I love museums. Anyone that has ever read my ramblings probably knows that.
The hubs has a deep appreciation for beauty (of course he does!) but was never an art-loving person until we started traveling together. He will choose every time the view from Inspiration Point in Bryce Canyon over Botticelli’s Birth of Venus, Bernini’s St. Theresa, Giotto’s frescos in the Assisi Basilica, Michelangelo’s Pietá or El Greco’s Entierro del Conde de Orgaz.
Yes, he has seen them all… though I’m sure he does not even remember. I’m going to go and guess that he can probably identify a Caravaggio among several paintings by now. Over the last twenty years he has learned to enjoy museums in small doses. Mostly because he loves me.
Since compromise is key to a happy marriage and successful travel companionship, museum visits are kept to reasonable limits when we are together: No marathon visits and specifically no 2-Museums-Days.
(Of course, I do both things anyway, we just find a place where he can comfortably sit and enjoy his beer and watch the world go by as I wander the hallowed halls. Compromise, people. COMPROMISE.)
When I fell in love with the Sorolla and Fashion exhibit at the namesake museum, I had to find a slot within The Spreadsheet to fit in the Thyssen-Bornemisza. After much reshuffling trying to protect that pesky daytrip to Alcalá, it became obvious. Day 4 was going to have to be one of those infamous 2-Museums-Day.
But this was MY trip! I was entirely schedule it however I wanted without any kind of compromise. Oh, the joys of solo traveling!
I got an early start, grabbed a quick cup of coffee, purchased the entrance tickets, and was waiting for my entry time within an hour of waking up.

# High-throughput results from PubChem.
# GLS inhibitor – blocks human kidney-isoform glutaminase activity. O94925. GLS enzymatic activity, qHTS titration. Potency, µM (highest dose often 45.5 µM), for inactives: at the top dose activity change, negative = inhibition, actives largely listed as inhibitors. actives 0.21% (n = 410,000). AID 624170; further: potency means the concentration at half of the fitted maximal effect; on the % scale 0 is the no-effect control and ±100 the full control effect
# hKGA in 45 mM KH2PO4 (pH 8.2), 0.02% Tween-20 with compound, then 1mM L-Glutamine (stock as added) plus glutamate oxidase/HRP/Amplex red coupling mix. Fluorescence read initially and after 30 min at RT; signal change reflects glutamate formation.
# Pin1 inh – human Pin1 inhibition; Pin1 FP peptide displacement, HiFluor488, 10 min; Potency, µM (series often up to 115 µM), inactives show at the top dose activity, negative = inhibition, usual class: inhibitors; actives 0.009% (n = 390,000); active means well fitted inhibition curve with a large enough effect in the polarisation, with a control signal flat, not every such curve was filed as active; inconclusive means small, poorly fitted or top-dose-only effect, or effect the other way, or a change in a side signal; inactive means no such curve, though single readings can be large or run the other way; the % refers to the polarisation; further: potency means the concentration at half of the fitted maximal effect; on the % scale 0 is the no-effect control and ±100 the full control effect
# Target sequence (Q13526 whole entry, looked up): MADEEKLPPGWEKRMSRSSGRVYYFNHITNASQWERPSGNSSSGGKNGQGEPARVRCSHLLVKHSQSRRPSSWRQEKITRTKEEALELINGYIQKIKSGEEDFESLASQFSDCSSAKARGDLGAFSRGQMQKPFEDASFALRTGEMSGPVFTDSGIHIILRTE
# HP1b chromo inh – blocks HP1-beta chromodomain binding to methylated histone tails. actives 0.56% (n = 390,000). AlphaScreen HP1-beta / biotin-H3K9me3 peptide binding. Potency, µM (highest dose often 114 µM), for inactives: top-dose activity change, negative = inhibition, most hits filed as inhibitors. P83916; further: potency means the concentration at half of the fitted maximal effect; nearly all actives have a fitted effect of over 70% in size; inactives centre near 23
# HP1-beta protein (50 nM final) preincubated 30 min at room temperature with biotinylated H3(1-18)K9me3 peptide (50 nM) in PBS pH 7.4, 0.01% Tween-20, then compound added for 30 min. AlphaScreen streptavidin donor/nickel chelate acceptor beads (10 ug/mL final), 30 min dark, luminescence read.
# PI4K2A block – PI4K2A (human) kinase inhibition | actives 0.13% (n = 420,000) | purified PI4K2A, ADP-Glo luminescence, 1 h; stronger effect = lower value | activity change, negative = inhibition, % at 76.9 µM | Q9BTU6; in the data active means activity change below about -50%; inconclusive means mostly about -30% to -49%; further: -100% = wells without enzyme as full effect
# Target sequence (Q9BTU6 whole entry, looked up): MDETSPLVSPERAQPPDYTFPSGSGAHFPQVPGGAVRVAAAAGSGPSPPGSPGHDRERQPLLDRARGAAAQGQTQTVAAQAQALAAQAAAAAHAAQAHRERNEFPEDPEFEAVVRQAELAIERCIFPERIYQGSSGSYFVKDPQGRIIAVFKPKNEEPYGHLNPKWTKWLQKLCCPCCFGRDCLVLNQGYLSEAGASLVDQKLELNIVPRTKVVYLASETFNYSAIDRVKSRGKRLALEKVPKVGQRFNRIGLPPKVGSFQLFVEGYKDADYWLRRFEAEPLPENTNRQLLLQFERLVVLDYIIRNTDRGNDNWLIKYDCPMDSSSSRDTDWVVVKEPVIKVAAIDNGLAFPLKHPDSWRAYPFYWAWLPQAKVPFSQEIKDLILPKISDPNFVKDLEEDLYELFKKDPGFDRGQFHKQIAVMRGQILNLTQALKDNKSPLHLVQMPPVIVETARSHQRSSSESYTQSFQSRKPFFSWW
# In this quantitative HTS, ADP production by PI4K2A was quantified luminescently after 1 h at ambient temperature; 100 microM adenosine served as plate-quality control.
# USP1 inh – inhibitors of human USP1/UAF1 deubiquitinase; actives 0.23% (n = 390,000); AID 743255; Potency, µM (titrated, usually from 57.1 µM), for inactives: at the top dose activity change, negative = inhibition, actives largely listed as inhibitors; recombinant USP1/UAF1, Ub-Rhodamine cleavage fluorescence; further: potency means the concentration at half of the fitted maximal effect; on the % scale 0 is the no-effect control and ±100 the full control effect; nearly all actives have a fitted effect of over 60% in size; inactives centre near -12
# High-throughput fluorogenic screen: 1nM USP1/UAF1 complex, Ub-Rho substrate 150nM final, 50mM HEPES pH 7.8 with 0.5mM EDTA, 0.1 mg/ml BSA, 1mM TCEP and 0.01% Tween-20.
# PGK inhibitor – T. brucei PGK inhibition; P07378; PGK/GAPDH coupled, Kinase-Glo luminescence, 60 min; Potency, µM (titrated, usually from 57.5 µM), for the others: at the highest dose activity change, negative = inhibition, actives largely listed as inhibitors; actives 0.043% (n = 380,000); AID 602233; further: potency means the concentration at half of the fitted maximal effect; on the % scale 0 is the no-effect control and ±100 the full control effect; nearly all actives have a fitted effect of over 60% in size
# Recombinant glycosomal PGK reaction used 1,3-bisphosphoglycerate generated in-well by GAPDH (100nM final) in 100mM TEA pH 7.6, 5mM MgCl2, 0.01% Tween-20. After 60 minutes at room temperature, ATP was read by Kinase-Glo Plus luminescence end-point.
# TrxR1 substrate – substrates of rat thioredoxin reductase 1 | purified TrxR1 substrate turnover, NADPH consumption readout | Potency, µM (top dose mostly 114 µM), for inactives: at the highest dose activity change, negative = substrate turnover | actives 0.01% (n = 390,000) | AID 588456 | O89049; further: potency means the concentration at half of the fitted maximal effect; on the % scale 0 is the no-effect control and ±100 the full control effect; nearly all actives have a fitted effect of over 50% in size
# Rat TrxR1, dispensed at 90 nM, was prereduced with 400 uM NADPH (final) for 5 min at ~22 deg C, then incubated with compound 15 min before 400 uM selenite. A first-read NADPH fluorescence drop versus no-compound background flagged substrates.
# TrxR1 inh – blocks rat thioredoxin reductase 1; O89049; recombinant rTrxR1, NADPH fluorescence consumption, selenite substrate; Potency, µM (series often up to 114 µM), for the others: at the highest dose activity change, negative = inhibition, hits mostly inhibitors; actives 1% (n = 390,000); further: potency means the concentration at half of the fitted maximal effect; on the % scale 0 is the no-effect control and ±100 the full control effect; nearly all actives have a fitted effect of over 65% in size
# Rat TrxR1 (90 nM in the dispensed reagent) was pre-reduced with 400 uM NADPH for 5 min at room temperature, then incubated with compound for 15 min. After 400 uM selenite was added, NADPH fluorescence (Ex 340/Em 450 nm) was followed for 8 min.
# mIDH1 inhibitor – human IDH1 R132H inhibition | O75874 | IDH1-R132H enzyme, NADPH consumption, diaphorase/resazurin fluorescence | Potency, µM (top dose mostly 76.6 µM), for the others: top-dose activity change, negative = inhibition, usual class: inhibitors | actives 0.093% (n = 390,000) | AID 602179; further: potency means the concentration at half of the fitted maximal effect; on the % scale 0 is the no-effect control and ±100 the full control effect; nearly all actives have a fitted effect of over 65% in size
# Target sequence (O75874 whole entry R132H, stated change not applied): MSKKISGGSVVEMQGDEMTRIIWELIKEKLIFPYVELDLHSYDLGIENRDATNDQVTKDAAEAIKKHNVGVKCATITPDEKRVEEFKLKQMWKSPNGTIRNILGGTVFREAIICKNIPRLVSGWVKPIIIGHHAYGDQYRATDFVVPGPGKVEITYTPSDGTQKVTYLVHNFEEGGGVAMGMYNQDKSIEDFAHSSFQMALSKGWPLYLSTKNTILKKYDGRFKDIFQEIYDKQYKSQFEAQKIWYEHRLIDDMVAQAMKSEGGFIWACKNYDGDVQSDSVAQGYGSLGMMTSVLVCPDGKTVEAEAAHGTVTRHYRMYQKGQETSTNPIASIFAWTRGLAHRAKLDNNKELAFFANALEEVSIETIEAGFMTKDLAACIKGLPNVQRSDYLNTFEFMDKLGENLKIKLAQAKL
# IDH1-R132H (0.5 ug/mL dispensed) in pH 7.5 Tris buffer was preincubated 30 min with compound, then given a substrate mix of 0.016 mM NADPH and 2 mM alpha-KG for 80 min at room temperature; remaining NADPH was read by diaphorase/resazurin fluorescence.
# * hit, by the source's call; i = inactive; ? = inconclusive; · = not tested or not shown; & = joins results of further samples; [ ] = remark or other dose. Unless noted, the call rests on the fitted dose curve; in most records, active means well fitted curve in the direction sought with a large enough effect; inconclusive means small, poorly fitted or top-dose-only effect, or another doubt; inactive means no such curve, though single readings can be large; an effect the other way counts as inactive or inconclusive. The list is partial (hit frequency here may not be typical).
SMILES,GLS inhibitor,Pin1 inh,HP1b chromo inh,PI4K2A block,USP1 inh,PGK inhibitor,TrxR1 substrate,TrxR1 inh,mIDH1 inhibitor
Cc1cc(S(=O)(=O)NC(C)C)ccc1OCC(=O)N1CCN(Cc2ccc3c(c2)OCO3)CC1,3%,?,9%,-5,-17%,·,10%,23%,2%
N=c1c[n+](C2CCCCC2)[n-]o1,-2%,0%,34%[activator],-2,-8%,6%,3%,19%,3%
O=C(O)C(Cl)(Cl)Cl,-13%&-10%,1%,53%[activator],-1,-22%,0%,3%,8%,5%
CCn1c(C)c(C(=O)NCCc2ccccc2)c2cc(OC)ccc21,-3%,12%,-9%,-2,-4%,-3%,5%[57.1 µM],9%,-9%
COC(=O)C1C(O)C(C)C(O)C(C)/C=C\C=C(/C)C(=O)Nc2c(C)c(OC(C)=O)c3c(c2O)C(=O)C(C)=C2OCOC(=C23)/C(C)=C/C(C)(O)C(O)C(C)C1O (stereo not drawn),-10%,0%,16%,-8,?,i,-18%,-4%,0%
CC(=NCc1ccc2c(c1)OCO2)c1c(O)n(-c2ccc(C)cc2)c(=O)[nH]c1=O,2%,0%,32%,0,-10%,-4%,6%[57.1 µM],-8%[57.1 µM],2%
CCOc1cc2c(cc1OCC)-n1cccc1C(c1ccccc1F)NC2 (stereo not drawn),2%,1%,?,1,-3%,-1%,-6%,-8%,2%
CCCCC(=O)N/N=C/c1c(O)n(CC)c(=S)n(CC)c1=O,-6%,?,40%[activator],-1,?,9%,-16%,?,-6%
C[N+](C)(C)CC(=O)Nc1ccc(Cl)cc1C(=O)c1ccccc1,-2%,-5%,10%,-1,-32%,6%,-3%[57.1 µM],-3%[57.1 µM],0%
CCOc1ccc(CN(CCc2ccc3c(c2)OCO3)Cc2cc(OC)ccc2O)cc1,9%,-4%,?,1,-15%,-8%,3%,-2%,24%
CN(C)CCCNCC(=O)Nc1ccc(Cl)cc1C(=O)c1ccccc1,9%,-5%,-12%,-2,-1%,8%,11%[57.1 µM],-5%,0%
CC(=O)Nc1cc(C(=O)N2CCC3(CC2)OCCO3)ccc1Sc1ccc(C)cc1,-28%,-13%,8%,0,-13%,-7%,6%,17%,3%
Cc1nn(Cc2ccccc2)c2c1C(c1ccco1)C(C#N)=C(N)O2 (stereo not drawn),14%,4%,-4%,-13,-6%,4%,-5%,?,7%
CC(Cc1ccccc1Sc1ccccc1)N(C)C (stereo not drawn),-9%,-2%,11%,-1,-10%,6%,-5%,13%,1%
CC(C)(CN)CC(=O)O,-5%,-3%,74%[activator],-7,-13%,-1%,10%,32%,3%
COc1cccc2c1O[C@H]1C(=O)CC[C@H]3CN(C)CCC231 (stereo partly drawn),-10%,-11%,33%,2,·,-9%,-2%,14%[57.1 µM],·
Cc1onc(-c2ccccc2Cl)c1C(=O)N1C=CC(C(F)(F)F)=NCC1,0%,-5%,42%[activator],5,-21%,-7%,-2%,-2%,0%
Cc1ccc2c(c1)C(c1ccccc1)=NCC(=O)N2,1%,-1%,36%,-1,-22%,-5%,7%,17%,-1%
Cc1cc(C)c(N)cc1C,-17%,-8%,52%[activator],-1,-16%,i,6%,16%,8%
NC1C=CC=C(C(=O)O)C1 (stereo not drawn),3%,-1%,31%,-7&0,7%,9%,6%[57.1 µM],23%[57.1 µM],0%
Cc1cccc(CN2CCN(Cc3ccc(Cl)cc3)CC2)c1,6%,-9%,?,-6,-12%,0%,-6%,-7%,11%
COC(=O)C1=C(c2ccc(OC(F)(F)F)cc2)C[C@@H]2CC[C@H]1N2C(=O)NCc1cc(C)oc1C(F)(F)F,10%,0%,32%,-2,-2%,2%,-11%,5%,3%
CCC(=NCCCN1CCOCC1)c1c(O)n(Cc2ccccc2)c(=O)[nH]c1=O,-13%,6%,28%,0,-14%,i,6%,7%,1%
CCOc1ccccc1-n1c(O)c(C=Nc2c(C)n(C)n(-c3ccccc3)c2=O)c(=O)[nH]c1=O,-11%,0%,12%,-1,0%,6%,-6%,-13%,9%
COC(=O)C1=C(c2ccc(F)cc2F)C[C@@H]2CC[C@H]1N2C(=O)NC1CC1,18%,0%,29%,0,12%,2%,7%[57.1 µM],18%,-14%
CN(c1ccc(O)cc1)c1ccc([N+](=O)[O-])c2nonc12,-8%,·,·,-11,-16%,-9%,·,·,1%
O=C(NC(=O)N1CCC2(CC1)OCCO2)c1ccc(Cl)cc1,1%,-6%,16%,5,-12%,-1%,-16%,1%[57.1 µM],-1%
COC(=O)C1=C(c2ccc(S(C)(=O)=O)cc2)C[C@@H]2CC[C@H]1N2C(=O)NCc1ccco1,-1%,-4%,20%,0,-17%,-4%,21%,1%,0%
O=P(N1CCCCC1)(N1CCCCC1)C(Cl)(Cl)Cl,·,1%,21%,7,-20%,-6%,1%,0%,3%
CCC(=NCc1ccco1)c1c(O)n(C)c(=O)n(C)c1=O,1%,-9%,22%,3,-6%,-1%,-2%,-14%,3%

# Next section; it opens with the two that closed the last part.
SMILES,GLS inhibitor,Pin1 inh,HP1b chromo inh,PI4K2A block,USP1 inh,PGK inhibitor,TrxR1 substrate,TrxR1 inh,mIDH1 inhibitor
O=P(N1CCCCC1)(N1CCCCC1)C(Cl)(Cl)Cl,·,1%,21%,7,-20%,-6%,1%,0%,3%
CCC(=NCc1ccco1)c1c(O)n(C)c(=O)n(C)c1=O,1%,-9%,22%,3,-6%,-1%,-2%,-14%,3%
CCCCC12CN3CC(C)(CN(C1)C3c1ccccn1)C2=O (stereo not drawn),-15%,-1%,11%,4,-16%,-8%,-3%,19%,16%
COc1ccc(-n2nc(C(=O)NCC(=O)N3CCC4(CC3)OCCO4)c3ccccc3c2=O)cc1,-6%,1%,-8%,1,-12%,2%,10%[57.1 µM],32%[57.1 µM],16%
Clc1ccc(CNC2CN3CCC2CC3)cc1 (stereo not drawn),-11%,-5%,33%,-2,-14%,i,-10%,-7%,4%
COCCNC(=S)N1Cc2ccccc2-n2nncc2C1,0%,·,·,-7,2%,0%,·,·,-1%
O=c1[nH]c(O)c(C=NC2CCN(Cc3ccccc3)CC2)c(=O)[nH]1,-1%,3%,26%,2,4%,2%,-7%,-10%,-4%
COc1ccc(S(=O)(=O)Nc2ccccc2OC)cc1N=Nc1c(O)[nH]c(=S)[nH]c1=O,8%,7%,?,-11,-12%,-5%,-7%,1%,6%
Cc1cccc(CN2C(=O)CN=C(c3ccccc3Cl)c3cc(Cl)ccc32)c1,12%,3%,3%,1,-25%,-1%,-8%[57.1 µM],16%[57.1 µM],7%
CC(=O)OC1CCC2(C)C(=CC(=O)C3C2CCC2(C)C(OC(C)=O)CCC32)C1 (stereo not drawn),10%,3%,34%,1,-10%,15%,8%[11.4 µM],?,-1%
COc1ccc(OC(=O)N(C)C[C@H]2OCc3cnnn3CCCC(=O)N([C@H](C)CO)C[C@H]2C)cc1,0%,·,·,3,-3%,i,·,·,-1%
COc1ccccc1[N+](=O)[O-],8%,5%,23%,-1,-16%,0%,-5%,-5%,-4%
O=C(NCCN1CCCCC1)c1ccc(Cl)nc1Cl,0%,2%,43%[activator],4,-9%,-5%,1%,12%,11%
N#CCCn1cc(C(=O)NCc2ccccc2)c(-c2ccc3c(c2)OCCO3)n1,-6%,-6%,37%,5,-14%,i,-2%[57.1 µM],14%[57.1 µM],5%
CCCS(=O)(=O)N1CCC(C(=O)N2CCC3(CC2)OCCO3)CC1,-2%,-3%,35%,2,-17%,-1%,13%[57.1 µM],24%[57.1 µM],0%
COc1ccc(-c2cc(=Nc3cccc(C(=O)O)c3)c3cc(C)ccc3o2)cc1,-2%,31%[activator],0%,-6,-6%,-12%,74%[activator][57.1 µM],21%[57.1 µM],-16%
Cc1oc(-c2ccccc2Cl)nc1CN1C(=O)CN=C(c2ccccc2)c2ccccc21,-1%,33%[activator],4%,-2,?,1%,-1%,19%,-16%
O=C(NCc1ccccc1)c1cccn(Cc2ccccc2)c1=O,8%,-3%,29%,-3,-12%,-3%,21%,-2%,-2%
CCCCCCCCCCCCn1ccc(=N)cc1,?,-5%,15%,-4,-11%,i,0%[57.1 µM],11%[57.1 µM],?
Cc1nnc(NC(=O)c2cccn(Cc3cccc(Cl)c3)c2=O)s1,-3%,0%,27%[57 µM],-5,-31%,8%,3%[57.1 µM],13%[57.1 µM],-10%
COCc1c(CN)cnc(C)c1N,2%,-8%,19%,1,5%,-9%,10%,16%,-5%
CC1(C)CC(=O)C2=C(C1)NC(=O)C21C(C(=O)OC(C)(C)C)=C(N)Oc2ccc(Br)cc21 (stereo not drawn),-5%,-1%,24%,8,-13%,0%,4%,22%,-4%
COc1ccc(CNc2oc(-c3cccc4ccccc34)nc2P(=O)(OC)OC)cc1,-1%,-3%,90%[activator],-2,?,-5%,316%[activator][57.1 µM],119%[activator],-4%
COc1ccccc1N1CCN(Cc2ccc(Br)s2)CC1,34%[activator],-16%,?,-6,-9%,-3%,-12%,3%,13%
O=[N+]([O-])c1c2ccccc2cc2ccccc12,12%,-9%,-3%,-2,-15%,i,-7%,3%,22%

Joaquín Sorolla was a Valencian painter born in the late 1800s. He is known for his outstandingly luminous landscapes and beautiful portraits, especially those of his family. As a financially successful artist -and a bit of a fashionista- he was able to cloth his wife and daughters in beautiful gowns freshly off the needles of Parisian seamstresses.
The ‘Sorolla y la Moda‘ exhibit focuses on his portrait work, ranging from formal poses of royals and socialites to endearing long-stroke studies of his children at the beach. All the paintings showcased have been matched with actual objects closely resembling the ones worn by the models.
There are many articles on loan from the Paris Museum of Fashion and Textiles. A place I will now make a point of visiting next time I’m in that city.
If I was impressed by the smaller collection as the Sorolla Museum, the one at the Thyssen absolutely blew my mind. Though I’m not a fashion aficionada by any means, I can recognize artistry when I see it. The fabrics, the design, the cutting, the sewing, the lacemaking, the embroidery . Simply fascinating. And kudos to the curators for assembling such a well-crafted exhibit.
Though the evening gowns and military uniforms were interesting, the morning and daytime ensembles were my favorites. White cotton and linen blouses, tiny mother-of-pearl buttons, handmade lace, hats, shoes, fans, parasols .